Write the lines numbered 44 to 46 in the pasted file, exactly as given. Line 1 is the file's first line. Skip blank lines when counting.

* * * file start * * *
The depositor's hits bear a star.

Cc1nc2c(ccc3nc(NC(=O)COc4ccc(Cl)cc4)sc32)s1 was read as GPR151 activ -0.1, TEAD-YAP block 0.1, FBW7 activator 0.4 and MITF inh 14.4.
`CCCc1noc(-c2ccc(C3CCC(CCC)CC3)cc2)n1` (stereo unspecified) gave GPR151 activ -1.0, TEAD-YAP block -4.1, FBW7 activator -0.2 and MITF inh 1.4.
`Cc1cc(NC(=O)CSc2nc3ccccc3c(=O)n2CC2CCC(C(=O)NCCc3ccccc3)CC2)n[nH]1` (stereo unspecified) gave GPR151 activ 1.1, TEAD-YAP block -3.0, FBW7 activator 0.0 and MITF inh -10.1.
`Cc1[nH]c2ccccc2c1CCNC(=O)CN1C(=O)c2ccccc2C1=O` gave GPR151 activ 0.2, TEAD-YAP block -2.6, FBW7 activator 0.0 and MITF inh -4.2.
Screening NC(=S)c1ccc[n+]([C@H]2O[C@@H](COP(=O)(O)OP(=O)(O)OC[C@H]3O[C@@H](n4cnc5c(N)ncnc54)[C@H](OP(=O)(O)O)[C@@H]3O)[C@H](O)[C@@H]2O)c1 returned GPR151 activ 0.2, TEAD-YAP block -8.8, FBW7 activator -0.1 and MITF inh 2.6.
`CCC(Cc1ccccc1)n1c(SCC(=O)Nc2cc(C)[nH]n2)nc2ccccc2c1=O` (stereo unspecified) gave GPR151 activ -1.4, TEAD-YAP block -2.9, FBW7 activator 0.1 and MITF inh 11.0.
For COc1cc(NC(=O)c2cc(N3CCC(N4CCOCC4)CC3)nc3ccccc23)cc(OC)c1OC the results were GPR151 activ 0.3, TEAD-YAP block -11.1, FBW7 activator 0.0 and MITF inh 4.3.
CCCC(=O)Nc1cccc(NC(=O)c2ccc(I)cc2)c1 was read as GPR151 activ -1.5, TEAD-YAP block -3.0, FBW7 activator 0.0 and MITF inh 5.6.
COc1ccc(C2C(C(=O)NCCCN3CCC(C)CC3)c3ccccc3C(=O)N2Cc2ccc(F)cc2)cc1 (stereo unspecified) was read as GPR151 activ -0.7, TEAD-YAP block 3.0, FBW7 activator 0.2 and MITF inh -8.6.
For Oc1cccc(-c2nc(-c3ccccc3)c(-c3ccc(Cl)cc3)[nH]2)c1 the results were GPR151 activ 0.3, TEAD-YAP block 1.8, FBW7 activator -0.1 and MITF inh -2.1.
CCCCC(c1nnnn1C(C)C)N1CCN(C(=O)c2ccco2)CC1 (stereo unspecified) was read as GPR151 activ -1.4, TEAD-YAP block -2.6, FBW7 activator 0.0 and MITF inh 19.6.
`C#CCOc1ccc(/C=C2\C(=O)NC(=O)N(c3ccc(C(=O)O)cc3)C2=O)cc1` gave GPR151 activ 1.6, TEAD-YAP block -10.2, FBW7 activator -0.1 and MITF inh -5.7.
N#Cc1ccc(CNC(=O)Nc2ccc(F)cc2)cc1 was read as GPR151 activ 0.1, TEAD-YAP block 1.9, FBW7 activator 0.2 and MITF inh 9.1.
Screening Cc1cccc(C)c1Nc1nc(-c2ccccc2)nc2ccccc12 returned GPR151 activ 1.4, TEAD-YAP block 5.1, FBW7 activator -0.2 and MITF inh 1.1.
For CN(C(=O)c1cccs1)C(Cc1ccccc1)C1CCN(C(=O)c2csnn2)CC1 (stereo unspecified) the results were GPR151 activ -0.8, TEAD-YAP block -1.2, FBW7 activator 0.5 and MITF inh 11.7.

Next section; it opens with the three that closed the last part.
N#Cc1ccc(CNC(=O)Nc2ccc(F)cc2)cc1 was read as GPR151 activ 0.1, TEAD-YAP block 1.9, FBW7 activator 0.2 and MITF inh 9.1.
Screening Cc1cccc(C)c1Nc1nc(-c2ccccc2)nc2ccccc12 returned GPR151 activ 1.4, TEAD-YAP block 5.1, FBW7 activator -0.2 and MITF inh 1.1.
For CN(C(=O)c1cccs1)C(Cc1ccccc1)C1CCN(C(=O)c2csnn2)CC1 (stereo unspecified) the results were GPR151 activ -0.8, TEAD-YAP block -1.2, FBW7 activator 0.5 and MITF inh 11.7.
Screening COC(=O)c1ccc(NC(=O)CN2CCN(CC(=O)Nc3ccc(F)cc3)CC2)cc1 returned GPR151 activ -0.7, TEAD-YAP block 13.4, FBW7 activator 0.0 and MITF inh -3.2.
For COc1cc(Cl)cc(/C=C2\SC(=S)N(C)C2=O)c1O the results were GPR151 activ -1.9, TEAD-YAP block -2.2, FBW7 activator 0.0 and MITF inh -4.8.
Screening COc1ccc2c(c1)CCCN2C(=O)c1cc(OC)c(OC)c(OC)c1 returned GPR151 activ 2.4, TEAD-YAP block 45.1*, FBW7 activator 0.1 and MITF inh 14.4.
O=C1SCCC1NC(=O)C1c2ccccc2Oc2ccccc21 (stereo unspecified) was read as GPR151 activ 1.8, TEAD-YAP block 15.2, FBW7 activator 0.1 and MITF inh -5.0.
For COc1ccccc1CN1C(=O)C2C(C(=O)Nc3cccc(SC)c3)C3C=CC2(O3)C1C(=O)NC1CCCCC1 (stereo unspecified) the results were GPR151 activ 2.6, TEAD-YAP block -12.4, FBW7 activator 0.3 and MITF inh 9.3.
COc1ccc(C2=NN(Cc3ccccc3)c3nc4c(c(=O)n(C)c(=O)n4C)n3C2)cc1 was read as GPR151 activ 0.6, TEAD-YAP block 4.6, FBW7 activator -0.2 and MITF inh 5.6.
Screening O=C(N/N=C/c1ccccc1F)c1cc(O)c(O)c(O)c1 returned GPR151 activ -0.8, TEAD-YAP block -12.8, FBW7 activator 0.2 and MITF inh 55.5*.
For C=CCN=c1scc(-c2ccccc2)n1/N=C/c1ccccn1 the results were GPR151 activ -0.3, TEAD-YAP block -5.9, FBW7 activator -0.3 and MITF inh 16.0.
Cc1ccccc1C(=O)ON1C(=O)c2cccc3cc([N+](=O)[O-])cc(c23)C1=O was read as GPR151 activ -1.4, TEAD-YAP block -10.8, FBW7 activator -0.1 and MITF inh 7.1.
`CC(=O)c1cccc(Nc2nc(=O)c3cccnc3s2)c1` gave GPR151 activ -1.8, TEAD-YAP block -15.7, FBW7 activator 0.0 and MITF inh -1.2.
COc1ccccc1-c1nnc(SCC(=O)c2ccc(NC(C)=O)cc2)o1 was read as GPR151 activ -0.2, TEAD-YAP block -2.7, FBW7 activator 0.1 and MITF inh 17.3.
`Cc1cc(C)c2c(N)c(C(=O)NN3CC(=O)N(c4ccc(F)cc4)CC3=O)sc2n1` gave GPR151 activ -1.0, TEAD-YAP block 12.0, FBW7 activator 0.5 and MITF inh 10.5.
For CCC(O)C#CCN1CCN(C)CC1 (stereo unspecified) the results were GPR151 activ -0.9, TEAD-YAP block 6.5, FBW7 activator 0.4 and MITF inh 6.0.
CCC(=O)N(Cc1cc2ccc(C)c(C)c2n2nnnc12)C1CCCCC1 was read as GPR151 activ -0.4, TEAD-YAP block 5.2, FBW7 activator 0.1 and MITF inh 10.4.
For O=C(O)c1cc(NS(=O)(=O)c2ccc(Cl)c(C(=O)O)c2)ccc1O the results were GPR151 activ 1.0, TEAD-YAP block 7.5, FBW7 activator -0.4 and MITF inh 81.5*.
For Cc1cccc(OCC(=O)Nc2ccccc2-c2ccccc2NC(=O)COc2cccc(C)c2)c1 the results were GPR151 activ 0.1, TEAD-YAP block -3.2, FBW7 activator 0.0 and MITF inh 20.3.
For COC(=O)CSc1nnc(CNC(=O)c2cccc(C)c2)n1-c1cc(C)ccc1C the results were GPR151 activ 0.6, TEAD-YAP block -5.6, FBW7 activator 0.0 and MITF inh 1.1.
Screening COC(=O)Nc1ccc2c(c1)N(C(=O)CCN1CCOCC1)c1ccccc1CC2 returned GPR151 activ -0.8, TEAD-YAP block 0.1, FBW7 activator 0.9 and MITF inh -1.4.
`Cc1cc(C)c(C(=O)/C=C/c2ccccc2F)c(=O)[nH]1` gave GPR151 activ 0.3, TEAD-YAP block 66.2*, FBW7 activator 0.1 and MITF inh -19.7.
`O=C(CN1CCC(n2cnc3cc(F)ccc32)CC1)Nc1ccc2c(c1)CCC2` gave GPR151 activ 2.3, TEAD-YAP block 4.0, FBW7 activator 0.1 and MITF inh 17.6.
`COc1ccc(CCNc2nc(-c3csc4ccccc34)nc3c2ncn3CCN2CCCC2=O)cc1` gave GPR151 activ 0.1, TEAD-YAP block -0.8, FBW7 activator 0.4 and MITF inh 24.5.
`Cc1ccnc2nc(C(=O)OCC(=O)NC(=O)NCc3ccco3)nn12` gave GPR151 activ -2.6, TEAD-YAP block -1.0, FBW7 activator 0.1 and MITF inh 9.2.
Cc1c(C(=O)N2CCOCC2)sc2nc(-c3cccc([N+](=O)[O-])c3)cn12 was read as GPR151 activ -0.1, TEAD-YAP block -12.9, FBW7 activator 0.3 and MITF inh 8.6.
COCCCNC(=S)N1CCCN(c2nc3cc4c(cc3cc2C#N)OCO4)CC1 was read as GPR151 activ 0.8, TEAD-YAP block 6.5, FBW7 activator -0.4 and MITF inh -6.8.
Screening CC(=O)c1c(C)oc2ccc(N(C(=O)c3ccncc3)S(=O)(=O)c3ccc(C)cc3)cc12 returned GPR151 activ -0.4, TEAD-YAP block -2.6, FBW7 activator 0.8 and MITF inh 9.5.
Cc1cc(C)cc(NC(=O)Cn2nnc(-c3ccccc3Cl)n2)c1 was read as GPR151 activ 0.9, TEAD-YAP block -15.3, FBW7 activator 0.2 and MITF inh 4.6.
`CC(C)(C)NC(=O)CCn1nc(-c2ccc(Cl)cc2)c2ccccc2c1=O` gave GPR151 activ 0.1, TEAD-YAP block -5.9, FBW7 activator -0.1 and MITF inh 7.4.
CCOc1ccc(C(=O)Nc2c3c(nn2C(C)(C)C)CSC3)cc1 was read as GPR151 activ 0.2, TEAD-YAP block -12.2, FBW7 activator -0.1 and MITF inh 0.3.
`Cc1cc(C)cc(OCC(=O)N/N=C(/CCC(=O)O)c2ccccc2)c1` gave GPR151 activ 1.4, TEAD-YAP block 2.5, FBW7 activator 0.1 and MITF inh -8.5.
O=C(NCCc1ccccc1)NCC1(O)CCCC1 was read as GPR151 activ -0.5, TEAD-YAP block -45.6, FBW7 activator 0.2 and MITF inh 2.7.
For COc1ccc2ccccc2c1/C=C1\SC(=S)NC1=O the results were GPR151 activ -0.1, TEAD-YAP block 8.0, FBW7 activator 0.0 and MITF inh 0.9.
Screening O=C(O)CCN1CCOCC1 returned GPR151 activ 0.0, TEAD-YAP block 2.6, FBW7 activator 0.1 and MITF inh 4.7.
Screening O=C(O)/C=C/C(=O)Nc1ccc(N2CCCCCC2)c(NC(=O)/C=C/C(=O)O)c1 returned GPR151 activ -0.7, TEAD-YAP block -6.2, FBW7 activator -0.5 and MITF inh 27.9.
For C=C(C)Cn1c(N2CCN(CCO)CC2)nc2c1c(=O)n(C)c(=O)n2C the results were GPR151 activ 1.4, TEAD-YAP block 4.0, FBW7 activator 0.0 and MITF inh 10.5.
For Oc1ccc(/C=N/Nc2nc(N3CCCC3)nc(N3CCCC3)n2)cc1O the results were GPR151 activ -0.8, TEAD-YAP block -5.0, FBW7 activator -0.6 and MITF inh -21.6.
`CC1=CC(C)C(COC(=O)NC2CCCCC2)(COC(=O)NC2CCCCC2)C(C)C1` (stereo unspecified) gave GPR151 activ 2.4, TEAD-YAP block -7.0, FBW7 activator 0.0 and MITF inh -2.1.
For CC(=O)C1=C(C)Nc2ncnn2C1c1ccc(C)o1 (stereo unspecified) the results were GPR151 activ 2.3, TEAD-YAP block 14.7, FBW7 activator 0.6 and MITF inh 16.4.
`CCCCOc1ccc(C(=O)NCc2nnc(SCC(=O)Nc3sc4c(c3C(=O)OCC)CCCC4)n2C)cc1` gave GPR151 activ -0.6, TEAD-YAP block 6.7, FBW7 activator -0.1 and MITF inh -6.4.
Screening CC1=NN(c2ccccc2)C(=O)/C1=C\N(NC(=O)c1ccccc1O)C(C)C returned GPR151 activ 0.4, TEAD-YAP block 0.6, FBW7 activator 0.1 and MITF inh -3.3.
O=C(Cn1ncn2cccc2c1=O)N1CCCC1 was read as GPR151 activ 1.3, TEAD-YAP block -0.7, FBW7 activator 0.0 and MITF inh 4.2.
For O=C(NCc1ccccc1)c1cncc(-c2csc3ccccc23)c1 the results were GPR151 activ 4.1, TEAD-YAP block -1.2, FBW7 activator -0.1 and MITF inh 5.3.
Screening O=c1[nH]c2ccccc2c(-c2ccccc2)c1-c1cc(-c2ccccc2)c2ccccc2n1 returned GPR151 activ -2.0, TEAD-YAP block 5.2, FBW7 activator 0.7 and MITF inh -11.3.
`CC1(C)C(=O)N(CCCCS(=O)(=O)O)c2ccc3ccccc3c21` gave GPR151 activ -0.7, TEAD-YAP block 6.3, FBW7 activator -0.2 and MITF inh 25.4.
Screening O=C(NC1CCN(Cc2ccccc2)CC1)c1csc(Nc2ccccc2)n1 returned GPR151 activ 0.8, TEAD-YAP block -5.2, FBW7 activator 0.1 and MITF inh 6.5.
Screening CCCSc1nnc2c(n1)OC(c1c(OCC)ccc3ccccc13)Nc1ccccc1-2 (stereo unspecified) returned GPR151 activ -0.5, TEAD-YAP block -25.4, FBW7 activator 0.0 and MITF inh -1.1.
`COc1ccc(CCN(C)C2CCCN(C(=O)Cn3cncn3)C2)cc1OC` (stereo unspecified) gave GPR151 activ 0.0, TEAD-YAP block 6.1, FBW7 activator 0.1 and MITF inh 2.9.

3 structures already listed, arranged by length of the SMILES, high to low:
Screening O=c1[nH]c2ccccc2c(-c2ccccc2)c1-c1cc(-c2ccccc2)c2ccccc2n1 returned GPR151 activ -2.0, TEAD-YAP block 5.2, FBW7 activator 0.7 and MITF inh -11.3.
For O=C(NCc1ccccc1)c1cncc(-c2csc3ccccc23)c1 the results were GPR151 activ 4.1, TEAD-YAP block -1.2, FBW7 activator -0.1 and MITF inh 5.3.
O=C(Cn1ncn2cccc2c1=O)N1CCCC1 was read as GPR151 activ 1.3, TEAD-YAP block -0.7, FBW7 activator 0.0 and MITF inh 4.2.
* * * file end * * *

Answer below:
COCCCNC(=S)N1CCCN(c2nc3cc4c(cc3cc2C#N)OCO4)CC1 was read as GPR151 activ 0.8, TEAD-YAP block 6.5, FBW7 activator -0.4 and MITF inh -6.8.
Screening CC(=O)c1c(C)oc2ccc(N(C(=O)c3ccncc3)S(=O)(=O)c3ccc(C)cc3)cc12 returned GPR151 activ -0.4, TEAD-YAP block -2.6, FBW7 activator 0.8 and MITF inh 9.5.
Cc1cc(C)cc(NC(=O)Cn2nnc(-c3ccccc3Cl)n2)c1 was read as GPR151 activ 0.9, TEAD-YAP block -15.3, FBW7 activator 0.2 and MITF inh 4.6.